The CW sked with Ray and Art was repeated; this time in SSB. The exchanges were now 59/ 53 and I think the reason for that may have been because I knocked the linear switch to ‘off’. If that was the case the SSB contacts were made with 2.5 Watts. Nevertheless we were to have a similar anomaly the day after and I’m still not sure what caused it. Thanks to the efforts of Ray and Art however, the summit would now have four 160m QSO’s attributed to it.

What next? With a little time to spare and apparently some battery power remaining, I felt duty bound to expend these resources on the chasers but on which band? Choices with the antenna links made it a toss up between 60m or 30m but the decision didn’t take long.

10.118 CW - 6 QSO’s:
A text to the ‘rapid response team of one’ in Scarborough got me QSO’s on 30m CW in a very short time. Calling CQ at 13:25z I worked PA9CW with what should have been 30 Watts. In fact the linear cut out due to insufficient voltage and the QSO was finished with just the 2.5 Watt drive level from the FT817ND.

The final five stations of the day were logged using 5 Watts as follows: G4SSH; G0NUP; DL1FU; G4OBK and finally DL2HWI. It was interesting to work Scarborough and Pickering on 30m, though the distance is 500 km.

I heard Don G0NES calling 589 but strangely I could not get a signal back to him after a few tries. I had a spare battery but fitting it would have taken a few minutes and it had been brought along for the up coming WAB/P activation of NH72 on the way back to the car. Time was also a factor. I planned to be packed up and away by 3pm. Conditions on 30m were good and despite the QRP the lowest incoming report was 539.

Descent:
An inspection of the eastern flank of the mountain from where I had been activating was next on the agenda. It looked steep but quite possible provided I skirted around a huge snow patch which stretched down some 200m or so. Going down that way directly back to the path which passed close by at that point, would save almost 3.5km of walking and considerable time. In future it might be a steep but quicker ascent possibility too.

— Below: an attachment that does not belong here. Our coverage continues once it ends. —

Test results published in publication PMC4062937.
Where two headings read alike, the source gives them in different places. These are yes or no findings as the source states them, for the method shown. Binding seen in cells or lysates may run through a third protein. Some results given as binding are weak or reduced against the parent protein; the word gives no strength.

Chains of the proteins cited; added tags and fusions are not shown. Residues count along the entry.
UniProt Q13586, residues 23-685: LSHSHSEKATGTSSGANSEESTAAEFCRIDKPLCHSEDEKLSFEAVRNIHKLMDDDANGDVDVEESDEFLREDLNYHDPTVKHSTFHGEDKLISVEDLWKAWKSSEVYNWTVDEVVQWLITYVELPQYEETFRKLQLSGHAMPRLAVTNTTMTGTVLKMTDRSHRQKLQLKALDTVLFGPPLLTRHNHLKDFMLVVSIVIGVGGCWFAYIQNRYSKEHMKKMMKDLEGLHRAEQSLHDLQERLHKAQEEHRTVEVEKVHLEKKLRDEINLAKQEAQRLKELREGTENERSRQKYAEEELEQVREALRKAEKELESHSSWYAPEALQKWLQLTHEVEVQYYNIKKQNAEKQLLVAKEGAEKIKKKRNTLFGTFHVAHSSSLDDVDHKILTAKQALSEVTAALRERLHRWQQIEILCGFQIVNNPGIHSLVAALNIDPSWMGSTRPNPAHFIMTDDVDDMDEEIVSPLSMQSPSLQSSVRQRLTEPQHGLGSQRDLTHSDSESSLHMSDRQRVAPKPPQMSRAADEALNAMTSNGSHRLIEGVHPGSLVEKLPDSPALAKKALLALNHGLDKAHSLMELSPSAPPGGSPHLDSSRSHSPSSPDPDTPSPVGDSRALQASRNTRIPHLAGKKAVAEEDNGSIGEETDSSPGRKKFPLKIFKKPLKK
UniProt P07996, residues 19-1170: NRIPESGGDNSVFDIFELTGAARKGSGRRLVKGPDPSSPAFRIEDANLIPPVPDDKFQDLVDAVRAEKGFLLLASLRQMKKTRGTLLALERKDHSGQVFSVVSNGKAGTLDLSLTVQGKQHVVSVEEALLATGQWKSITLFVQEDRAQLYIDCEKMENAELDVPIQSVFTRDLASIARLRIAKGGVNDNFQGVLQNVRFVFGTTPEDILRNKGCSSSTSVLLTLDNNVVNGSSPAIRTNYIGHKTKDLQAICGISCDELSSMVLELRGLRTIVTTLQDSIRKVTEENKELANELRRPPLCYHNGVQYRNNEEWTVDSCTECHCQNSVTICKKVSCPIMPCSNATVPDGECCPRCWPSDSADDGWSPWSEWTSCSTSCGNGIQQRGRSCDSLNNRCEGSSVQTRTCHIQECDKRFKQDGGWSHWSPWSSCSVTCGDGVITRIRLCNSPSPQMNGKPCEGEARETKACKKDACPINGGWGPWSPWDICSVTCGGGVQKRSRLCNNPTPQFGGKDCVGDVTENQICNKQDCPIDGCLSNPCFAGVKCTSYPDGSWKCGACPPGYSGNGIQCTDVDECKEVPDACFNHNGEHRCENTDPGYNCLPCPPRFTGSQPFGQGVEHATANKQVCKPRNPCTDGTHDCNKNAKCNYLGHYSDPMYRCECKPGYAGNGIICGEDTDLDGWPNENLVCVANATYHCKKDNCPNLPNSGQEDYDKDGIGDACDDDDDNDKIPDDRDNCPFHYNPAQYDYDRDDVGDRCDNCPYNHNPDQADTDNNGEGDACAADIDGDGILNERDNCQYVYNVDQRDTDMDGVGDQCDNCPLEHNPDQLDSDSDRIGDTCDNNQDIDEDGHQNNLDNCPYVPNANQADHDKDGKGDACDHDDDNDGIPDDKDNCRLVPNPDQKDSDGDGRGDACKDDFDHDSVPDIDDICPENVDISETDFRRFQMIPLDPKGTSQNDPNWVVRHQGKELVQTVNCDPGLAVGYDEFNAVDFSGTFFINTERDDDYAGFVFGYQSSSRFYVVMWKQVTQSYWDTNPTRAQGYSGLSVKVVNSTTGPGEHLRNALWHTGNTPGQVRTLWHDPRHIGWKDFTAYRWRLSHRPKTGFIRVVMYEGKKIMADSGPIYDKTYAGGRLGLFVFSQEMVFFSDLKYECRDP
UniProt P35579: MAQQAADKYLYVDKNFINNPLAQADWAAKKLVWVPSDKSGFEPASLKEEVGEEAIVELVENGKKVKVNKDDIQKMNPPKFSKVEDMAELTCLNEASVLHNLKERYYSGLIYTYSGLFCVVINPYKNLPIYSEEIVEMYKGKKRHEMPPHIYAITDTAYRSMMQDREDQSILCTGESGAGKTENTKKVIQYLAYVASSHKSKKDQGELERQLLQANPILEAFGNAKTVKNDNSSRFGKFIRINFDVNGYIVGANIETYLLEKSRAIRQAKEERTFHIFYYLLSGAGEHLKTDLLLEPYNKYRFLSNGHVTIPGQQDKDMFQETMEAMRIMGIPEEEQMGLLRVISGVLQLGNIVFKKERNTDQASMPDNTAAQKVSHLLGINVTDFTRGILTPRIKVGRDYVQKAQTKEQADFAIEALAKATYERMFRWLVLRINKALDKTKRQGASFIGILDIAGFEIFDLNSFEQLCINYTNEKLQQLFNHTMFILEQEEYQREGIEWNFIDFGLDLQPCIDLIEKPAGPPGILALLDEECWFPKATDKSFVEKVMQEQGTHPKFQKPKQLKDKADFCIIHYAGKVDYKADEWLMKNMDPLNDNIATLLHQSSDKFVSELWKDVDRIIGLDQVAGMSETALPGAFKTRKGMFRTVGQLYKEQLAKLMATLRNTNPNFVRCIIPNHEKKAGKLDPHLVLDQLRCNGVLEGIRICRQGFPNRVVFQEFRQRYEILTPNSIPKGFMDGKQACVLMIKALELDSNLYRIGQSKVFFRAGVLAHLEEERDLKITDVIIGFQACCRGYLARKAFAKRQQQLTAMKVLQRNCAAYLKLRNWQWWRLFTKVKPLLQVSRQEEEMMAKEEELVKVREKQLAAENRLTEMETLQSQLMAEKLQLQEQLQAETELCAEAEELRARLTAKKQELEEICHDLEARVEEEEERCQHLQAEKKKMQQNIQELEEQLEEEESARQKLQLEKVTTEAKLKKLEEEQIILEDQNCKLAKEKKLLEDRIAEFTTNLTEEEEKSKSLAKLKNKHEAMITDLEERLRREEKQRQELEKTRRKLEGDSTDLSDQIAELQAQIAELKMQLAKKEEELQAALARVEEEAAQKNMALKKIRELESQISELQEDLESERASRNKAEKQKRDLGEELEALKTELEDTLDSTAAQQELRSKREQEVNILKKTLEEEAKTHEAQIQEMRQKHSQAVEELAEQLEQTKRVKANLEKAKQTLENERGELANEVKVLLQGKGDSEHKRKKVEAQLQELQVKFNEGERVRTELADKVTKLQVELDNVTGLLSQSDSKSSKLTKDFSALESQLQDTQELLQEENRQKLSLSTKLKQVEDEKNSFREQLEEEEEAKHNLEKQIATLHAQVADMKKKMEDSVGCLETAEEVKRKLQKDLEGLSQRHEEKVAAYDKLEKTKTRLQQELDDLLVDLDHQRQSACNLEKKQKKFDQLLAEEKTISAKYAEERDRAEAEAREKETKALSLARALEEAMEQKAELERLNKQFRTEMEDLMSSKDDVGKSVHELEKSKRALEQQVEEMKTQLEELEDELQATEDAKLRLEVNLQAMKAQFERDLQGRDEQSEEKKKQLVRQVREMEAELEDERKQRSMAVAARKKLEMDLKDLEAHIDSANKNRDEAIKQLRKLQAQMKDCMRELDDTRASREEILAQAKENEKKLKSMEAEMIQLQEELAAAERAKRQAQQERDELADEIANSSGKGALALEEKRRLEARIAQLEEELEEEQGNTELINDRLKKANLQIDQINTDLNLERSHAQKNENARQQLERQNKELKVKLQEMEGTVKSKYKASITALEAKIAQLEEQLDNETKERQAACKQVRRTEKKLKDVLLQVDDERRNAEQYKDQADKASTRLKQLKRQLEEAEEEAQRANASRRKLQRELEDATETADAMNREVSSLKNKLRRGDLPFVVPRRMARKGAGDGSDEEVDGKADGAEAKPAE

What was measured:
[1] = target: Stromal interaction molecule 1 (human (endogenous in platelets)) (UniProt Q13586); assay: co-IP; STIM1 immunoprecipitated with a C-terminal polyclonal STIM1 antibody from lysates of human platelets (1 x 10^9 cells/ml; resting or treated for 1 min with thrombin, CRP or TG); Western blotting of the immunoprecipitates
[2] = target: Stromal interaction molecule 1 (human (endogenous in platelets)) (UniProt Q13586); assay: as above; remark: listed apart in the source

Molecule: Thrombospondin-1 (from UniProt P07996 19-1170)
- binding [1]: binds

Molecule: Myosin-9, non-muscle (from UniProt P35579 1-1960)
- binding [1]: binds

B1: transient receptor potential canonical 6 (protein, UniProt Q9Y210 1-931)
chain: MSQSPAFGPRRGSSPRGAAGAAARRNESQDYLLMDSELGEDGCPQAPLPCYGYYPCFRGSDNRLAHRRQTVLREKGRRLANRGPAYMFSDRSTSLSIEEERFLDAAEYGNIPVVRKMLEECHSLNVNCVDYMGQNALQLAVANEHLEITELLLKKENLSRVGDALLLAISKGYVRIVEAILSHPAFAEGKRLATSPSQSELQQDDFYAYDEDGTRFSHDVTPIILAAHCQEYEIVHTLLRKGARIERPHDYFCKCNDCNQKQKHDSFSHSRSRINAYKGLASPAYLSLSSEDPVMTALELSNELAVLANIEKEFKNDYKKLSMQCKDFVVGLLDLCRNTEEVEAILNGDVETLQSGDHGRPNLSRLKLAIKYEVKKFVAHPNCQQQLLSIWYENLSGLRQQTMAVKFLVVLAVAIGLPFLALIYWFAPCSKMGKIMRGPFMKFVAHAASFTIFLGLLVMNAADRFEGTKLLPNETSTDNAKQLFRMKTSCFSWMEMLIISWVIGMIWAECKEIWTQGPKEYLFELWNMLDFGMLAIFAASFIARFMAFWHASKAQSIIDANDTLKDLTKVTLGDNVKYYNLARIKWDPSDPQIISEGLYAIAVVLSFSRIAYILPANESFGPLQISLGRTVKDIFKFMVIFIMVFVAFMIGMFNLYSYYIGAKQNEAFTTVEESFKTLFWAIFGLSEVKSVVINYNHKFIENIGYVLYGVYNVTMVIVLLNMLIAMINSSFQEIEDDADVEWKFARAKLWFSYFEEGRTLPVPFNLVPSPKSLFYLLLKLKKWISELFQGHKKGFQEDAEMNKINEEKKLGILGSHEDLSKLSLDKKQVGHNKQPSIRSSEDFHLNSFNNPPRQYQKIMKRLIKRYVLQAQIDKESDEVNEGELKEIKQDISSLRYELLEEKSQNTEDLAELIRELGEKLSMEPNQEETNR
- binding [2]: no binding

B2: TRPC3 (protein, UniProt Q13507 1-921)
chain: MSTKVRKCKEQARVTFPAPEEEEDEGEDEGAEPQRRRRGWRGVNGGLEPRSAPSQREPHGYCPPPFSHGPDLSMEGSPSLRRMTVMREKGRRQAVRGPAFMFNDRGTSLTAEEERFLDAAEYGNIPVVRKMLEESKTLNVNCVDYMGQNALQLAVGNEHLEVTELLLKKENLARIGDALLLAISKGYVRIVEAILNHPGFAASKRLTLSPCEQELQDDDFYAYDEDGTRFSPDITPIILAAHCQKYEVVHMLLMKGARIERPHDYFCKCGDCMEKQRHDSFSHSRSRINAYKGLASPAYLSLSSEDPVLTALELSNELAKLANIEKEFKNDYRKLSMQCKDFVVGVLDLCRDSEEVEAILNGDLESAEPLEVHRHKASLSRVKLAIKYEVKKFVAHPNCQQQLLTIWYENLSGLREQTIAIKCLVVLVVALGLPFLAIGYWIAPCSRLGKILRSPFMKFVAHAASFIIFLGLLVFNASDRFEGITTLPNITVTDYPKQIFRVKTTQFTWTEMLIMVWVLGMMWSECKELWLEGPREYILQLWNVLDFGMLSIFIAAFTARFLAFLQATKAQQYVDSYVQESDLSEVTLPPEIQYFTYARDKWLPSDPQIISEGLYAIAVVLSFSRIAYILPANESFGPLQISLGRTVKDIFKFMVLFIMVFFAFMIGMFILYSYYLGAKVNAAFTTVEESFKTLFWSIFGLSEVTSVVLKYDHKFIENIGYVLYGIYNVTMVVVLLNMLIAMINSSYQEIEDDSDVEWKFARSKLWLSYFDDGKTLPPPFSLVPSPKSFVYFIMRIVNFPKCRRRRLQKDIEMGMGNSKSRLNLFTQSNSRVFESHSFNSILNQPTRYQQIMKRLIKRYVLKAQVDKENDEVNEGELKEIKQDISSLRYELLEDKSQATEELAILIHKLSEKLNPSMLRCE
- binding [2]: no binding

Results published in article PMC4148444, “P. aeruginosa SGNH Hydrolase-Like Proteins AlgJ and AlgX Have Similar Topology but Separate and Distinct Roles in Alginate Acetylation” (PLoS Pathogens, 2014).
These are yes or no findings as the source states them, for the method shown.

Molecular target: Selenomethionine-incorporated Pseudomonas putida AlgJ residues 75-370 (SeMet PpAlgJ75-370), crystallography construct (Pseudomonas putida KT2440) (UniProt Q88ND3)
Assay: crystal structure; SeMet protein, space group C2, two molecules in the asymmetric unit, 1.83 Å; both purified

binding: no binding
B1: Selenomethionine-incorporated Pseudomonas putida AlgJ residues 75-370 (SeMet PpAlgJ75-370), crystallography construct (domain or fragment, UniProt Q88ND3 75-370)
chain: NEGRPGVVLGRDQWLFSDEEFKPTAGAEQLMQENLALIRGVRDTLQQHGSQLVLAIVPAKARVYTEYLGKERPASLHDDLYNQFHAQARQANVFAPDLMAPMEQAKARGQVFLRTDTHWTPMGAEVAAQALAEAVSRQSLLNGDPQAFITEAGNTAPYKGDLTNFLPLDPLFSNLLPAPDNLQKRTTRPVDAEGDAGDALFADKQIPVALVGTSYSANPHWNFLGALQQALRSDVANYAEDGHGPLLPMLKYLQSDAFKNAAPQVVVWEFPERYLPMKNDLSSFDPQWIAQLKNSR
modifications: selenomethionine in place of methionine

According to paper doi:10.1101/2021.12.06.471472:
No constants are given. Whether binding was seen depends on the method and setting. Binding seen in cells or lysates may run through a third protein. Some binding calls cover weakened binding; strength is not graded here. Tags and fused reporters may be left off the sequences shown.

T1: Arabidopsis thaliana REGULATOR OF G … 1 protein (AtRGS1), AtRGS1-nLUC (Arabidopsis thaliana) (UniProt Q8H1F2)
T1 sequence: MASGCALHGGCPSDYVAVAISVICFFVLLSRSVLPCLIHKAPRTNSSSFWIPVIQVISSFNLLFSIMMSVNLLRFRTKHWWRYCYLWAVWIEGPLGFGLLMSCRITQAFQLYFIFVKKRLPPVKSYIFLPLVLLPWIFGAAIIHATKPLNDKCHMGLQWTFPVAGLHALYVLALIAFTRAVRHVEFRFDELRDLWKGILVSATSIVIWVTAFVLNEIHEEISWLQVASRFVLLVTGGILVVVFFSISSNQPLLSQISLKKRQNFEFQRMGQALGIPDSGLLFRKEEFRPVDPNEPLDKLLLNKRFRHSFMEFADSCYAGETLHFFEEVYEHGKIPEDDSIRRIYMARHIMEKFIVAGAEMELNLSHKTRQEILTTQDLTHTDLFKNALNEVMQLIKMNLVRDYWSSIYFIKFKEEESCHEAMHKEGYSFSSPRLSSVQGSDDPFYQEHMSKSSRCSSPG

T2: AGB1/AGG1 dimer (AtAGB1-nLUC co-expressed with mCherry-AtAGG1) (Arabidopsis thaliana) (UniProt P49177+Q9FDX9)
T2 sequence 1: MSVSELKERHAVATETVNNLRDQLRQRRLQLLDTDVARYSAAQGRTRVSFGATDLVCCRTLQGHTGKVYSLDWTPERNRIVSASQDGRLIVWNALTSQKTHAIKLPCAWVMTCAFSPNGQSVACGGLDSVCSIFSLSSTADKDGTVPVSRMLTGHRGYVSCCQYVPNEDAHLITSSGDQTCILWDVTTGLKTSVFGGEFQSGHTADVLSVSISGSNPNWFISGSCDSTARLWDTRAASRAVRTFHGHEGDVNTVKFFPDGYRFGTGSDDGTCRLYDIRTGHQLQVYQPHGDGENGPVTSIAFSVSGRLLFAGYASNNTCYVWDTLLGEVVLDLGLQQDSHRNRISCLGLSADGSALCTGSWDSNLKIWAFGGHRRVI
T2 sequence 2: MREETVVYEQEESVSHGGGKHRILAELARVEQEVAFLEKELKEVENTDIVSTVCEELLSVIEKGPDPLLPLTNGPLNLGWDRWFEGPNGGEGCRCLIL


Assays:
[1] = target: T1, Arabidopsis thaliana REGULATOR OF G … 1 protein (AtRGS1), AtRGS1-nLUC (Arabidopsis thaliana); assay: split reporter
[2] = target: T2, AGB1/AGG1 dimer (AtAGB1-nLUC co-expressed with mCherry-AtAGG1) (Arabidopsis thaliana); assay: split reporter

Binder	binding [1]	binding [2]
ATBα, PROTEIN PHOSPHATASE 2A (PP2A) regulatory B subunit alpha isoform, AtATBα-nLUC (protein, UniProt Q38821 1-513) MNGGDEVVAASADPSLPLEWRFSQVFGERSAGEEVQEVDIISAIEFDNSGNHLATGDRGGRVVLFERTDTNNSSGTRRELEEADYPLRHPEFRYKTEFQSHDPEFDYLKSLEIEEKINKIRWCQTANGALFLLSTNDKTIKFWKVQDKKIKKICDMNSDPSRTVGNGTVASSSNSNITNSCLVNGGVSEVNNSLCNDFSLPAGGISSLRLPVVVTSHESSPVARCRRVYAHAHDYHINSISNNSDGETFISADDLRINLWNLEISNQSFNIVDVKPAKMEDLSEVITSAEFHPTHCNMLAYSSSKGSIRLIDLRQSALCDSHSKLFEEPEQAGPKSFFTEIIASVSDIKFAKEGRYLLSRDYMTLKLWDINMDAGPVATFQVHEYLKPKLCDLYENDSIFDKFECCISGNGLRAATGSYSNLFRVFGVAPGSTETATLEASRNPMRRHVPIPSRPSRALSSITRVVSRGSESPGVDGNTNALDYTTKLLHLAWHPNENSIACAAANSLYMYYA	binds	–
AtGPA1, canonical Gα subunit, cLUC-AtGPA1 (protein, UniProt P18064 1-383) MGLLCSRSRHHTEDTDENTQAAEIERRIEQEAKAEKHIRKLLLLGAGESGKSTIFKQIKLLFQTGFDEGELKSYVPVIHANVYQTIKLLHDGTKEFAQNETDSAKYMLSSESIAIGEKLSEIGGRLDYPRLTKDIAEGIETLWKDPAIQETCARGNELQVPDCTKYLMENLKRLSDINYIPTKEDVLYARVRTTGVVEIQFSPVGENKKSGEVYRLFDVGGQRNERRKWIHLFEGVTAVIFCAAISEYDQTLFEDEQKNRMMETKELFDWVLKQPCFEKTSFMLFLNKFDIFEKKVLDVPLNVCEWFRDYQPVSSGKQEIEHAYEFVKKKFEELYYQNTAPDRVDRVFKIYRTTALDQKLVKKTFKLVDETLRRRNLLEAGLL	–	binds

A start was made at 15:03 and I was down to the path; meeting it at NC 7018 2766 in 23 minutes. The route was first north via NC 6948 2753 then east passing through NC 6965 2761; NC 6981 2755 and NC 6998 2762.

Just before gaining the path I came within a foot of standing on an Adder. It was coiled up sunbathing; something I have seen them do on numerous occasions in the past. It looked as startled as me and before the camera could be deployed it was well on its way; though I did get a photo of at least half of it before it could hide itself completely in sparse heather.

The path undulates a little and there is 50m of re-ascent before coming to the point where I wanted to activate the next target; WAB square NC72. At 15:42, I stopped to set up the dipole beside the path immediately before it passed out of the square and back into NC62 (NC 70015 28842.)

Activation of WAB NC72/P 15:42 to 16:12:
It would be a shame to walk through the corner of a WAB square as remote as NC72 without putting it on. After deploying the gear and fitting the spare 2.2 Ah battery, I sat down gingerly (fearing ticks) for the activation on 7.160 MHz. It went like this: G3OKA John - Wirral; DL7UCW Ben in Berlinchen; M0TNG/M Stuart in SE67; 2M0PDM Peter near Peterhead; G0FEX Ken in Leicester and G4GHT Mike in Cheshire. Incoming reports ranged from 53 to 57 and the power was 30 Watts. It was close to 4pm and regrettably these were the only ops left on the net.